Massive increases in graphic novel sales despite supply chain disruptions, the growing popularity of mobile webcomics, and recent changes in comic shop distribution were among the trends examined at ICv2’s Insider Talks, held on the opening day of New York Comic Con 2022 at the Javits Center. Last held at the 2019 NYCC, ICV2’s Insider Talks is a comics and graphic novel-focused business conference, organized in conjunction with New York Comic Con.
Opening the conference with his annual White Paper on the market, ICv2 CEO Milton Griepp outlined an industry enjoying “massive growth” after comics and graphic novel sales rose more than 60% in 2021, driven principally by the book format. Graphic novels, or book format comics, now comprise more than 70% of the comics market, Griepp said, with periodical comics now somewhere around the remaining 30%. Griepp attributed most of the growth to the explosive sales of manga in 2021 during the pandemic, up 134%, “a crazy number,” he said, “only supply chain problems were able to slow down sales.”
Griepp attributed most of the overall growth in the comics market in 2021 to kids/YA and manga sales, all driven by the “dominance” of the book channel. “The money flowing through the book channel is dominating publisher decisions,” Griepp said. Indeed, the book industry is now impacting the distribution of periodical comics in the comic shop market, aka the direct market. The entry of Penguin Random House Publisher Services, a traditional book distributor, into the periodical comics shop market (PRH distributes Marvel, IDW, and beginning next year, Dark Horse periodicals) has given the direct market multiple distribution vendors, offering a challenge to the category’s long-dominant vendor, Diamond Comics Distribution.
Supply chain problems continue to challenge publishers, he said, and are “unlikely to improve anytime soon.” Nevertheless, Griepp said manga sales continue to rise. Comic shop retailers, he said, are optimistic and say their customers are continuing to buy their favorite comics and pop culture merchandise despite wariness over inflation. “Inflation is tough but retailers are bullish on 2022. Comics tend to survive economic downturns,” Griepp said.
The Insider Talks also examined the impact of mobile webcomics apps, or webtoons, vertical-scroll comics designed to be read on mobile phones. Interviewed onstage by pop culture writer Rob Salkowitz, Webtoon v-p of content David S. Lee outlined the history of Webtoon, which was founded in Korea, and discussed how webtoon-style mobile comics are “blowing up, bringing the industry new business alliances, new creators, and new readers.” Webtoon online comics are heavily influenced by manga, and the platform attracts nearly 90 million global active users each month. Lee said the company had sales of more than $900 million in paid access in 2021.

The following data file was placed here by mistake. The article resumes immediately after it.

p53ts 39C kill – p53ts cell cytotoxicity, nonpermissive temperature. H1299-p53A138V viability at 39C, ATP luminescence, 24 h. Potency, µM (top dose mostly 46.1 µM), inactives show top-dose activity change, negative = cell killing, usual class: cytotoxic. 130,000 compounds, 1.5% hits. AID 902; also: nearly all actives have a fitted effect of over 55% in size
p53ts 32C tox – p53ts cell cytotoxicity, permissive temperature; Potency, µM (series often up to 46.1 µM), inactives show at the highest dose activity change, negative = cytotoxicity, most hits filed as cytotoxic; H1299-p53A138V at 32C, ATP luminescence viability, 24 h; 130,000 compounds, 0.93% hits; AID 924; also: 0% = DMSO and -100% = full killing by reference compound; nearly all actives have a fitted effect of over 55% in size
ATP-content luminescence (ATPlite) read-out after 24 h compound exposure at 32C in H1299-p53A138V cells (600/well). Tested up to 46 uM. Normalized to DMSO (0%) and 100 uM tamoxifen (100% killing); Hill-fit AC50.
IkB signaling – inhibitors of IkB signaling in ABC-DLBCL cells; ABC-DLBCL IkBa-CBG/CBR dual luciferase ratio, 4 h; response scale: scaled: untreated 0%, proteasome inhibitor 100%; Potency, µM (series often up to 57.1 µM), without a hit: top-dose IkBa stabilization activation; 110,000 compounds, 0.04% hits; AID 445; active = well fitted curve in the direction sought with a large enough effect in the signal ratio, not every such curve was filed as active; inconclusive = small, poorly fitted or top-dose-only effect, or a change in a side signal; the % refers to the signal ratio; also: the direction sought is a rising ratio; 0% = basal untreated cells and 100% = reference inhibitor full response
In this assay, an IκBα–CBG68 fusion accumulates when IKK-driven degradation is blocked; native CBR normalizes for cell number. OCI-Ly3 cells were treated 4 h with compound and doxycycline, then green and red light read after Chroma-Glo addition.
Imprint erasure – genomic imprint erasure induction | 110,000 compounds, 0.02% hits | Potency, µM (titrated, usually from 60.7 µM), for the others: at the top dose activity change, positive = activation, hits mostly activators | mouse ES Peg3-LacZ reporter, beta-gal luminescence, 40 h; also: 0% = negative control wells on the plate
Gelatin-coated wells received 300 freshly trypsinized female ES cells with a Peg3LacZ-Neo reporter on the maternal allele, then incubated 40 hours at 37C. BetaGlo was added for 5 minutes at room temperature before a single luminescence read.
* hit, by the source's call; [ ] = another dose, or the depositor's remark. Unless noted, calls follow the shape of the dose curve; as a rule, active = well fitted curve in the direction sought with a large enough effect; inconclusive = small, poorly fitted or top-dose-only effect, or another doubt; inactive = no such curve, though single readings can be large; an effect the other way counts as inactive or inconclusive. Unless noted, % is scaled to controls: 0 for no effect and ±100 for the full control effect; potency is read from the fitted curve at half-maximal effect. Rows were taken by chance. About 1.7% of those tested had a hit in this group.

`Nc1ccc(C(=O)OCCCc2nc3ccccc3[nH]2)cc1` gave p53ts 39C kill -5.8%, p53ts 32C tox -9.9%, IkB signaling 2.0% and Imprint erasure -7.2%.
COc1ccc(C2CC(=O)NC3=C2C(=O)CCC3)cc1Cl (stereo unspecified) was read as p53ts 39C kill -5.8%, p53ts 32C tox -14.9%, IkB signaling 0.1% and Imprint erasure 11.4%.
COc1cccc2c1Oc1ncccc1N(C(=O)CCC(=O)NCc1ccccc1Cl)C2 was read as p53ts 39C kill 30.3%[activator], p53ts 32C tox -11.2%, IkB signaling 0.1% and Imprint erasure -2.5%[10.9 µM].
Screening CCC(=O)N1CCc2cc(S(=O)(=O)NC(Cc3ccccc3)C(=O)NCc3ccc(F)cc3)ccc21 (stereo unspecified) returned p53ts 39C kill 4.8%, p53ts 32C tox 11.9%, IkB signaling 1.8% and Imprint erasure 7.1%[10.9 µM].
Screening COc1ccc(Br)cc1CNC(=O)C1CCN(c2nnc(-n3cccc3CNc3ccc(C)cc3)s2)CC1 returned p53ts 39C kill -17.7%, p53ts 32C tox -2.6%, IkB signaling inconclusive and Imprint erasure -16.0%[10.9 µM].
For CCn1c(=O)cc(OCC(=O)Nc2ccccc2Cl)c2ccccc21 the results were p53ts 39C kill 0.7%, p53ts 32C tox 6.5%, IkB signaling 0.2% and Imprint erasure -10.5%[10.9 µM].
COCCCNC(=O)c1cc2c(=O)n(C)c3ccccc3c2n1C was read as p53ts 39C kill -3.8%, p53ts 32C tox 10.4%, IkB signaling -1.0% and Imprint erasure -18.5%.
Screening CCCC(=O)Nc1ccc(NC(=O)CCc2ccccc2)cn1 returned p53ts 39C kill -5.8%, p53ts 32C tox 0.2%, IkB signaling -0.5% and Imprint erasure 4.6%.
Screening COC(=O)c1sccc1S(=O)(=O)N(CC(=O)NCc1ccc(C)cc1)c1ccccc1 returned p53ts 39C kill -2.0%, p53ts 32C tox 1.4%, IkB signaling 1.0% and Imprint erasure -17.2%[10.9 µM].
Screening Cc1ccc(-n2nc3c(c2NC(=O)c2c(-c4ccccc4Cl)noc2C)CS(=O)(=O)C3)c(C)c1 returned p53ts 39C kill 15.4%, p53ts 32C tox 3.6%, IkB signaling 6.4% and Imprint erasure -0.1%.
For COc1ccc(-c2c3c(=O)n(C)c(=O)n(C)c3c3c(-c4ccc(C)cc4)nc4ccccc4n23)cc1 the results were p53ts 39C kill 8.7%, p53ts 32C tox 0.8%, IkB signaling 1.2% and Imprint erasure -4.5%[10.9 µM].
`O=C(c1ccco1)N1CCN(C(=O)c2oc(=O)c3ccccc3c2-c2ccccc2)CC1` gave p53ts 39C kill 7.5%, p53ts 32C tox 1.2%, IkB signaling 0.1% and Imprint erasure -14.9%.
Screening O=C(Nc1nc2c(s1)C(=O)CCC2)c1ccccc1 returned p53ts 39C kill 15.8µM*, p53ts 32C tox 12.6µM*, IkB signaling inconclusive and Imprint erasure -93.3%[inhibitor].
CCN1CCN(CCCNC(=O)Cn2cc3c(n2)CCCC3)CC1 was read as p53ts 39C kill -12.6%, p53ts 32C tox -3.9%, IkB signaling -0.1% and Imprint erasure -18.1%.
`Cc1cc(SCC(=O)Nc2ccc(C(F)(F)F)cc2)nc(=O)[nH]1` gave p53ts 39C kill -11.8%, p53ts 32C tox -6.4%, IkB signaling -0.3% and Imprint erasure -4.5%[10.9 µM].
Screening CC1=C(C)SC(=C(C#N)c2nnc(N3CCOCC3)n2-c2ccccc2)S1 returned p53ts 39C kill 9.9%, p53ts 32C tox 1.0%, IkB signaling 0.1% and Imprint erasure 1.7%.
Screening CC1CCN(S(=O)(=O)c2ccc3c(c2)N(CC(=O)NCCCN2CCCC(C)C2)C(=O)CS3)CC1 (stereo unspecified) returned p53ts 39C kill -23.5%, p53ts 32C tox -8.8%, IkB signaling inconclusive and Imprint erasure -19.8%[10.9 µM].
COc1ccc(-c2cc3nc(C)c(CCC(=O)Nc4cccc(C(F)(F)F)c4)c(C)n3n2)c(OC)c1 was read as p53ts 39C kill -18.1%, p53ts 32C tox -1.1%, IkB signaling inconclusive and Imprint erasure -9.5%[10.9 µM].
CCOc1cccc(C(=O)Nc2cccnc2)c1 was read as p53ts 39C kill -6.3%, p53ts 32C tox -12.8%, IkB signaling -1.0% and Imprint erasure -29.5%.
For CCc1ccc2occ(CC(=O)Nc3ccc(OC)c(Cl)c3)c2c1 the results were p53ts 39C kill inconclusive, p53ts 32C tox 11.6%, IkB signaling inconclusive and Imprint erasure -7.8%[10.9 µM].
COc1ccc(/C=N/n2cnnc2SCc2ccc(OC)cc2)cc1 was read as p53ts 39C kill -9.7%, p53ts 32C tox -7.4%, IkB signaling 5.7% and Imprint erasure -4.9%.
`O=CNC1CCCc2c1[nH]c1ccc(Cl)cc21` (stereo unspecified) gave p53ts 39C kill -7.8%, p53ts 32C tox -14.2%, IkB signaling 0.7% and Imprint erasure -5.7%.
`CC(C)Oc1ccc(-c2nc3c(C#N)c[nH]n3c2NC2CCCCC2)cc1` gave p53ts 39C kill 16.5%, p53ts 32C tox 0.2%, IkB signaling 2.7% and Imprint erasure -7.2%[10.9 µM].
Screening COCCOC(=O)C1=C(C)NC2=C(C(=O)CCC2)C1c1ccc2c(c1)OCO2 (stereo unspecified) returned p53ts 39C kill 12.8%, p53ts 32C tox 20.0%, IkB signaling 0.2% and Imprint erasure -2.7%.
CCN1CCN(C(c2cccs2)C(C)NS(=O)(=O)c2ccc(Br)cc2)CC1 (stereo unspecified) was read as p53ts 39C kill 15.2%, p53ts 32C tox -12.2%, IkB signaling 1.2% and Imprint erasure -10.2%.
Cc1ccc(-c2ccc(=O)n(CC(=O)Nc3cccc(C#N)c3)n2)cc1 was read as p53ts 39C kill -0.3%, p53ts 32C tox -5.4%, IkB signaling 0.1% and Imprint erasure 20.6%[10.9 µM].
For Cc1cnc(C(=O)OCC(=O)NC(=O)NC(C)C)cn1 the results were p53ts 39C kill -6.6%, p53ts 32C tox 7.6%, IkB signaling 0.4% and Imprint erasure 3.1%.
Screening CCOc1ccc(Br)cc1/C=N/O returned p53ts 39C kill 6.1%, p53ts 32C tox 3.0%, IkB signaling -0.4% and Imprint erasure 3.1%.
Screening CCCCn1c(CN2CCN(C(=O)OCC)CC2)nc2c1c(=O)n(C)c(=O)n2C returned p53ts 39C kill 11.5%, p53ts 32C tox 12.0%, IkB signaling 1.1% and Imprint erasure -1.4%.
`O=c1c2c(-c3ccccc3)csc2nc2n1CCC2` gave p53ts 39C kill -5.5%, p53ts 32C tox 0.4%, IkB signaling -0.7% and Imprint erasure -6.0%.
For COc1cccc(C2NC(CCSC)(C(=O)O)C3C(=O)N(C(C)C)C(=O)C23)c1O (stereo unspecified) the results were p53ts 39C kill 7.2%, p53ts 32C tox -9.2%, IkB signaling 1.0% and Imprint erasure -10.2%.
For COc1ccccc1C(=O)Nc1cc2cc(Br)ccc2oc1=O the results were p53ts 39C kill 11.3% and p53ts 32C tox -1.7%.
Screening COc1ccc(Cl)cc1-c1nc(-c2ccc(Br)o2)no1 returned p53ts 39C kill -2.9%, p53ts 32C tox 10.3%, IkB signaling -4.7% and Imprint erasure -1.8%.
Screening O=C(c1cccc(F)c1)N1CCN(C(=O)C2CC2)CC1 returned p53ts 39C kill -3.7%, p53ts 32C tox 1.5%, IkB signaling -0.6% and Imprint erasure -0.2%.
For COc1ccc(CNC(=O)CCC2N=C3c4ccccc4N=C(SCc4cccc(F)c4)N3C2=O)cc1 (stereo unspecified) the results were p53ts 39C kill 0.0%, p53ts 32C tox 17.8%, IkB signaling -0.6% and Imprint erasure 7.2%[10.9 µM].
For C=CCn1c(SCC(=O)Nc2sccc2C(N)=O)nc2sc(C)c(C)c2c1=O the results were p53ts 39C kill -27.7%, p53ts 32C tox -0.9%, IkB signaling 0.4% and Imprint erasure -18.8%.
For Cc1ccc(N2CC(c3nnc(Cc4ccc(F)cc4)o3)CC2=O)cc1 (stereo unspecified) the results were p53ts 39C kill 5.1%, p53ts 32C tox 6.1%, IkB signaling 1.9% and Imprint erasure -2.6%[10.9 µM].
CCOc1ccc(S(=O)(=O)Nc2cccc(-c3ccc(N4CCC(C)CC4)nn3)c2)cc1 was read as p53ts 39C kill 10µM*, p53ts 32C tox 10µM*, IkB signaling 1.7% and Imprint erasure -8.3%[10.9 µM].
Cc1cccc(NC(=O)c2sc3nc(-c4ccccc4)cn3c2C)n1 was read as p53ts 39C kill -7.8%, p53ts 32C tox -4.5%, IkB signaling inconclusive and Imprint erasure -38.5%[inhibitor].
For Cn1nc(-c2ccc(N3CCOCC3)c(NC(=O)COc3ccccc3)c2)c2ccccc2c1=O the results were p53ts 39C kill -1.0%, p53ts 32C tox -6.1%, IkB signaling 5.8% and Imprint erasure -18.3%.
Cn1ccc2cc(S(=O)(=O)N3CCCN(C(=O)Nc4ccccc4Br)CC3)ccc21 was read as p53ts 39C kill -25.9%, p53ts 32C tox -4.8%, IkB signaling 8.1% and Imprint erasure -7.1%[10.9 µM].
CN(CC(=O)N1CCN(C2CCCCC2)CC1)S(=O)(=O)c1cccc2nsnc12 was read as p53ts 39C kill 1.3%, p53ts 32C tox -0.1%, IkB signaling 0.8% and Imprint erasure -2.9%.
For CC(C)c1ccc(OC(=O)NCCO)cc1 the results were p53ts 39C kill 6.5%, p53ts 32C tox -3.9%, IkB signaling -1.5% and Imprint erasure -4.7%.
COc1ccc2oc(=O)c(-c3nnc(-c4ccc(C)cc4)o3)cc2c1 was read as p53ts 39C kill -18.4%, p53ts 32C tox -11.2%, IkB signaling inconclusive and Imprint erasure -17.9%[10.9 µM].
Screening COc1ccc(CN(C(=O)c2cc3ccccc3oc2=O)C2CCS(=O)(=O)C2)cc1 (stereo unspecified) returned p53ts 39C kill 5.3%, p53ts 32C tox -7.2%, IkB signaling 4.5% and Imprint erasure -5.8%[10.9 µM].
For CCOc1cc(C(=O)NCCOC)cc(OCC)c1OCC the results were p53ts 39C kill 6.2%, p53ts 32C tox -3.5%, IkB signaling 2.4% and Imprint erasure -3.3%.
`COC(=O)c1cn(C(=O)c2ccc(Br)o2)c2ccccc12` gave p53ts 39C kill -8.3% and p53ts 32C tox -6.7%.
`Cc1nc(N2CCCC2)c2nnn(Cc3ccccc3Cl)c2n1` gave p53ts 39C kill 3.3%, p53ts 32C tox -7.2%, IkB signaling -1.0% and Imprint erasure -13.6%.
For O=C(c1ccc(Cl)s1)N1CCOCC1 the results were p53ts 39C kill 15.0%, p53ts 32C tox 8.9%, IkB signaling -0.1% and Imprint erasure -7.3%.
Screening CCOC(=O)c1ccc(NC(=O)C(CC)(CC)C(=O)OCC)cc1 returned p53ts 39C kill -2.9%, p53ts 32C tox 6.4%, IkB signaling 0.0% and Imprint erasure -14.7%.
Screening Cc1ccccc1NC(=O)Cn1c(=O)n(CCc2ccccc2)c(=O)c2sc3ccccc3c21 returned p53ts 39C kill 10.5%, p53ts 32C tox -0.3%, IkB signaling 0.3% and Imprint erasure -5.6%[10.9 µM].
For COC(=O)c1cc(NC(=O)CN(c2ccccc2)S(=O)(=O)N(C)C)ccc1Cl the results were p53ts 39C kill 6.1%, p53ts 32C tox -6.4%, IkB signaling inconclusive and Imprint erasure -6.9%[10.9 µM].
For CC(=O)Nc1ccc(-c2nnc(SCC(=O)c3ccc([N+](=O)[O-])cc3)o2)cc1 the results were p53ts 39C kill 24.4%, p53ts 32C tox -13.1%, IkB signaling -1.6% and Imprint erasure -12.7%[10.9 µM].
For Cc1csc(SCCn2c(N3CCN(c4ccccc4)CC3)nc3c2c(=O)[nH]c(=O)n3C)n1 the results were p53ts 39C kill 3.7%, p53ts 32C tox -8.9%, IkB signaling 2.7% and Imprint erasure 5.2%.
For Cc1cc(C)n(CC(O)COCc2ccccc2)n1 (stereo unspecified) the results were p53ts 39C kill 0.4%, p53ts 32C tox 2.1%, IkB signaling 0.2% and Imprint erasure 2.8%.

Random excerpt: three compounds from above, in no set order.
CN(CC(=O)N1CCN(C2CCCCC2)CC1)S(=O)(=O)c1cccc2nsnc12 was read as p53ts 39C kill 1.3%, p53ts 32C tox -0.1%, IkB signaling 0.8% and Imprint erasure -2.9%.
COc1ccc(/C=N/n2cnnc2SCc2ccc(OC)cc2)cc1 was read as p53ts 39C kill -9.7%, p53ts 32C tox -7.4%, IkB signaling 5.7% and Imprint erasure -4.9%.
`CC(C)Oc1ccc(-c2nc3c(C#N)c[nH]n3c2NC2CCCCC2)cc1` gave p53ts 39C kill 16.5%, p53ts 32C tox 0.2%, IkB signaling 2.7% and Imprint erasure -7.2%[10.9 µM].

Mobile webcomics apps like Webtoon (or its competitor Tapas Media) are driven by user generated content—“readers become creators,” Lee said. The apps attract an audience of teenagers and females (about 60% of its users are girls and women). And Webtoon, Lee said, is focused on adapting its most popular online comics into print graphic novels. The company recently launched Webtoon Unscrolled, an imprint designed to bring more Webtoon online series into the print market.
Webtoon is looking to turn its online comics into print, Lee said, and legacy print comics publishers, among them DC, are partnering with Webtoon to adapt traditional American comics into webcomics. DC’s Batman: Wayne Family Adventures, a manga-influenced Batman series on Webtoon has had “a strong response,” from webtoon readers, Lee said, with more than 50 million views. “We’re here to help grow the comics industry and attract creators from all over the world,” Lee said.
The Insider Talks conference also offered an onstage discussion with Oriana Leckert, director of publishing & comics outreach at Kickstarter, who responded to questions on Kickstarter's controversial plan to shift its functionality to the blockchain, (she said the feasibility is only being studied). She also noted the continuing success of funding comics/graphic novel projects on Kickstarter; comics projects have a success rate of 79%, the highest rate on Kickstarter.
And the Insider Talks closed with an onstage discussion on the topic of direct market distribution with Christina Merkler, co-founder of Lunar Distribution, and with Chris Powell, Diamond Comic Distributors chief sales and service officer. Both distribution executives were “bullish” on comics stores as the country moves past the pandemic; but they also cited the big issues facing comics shops, including inflation, rising costs, competing against other entertainment media, and the challenges stores face “evolving along with the comics market.”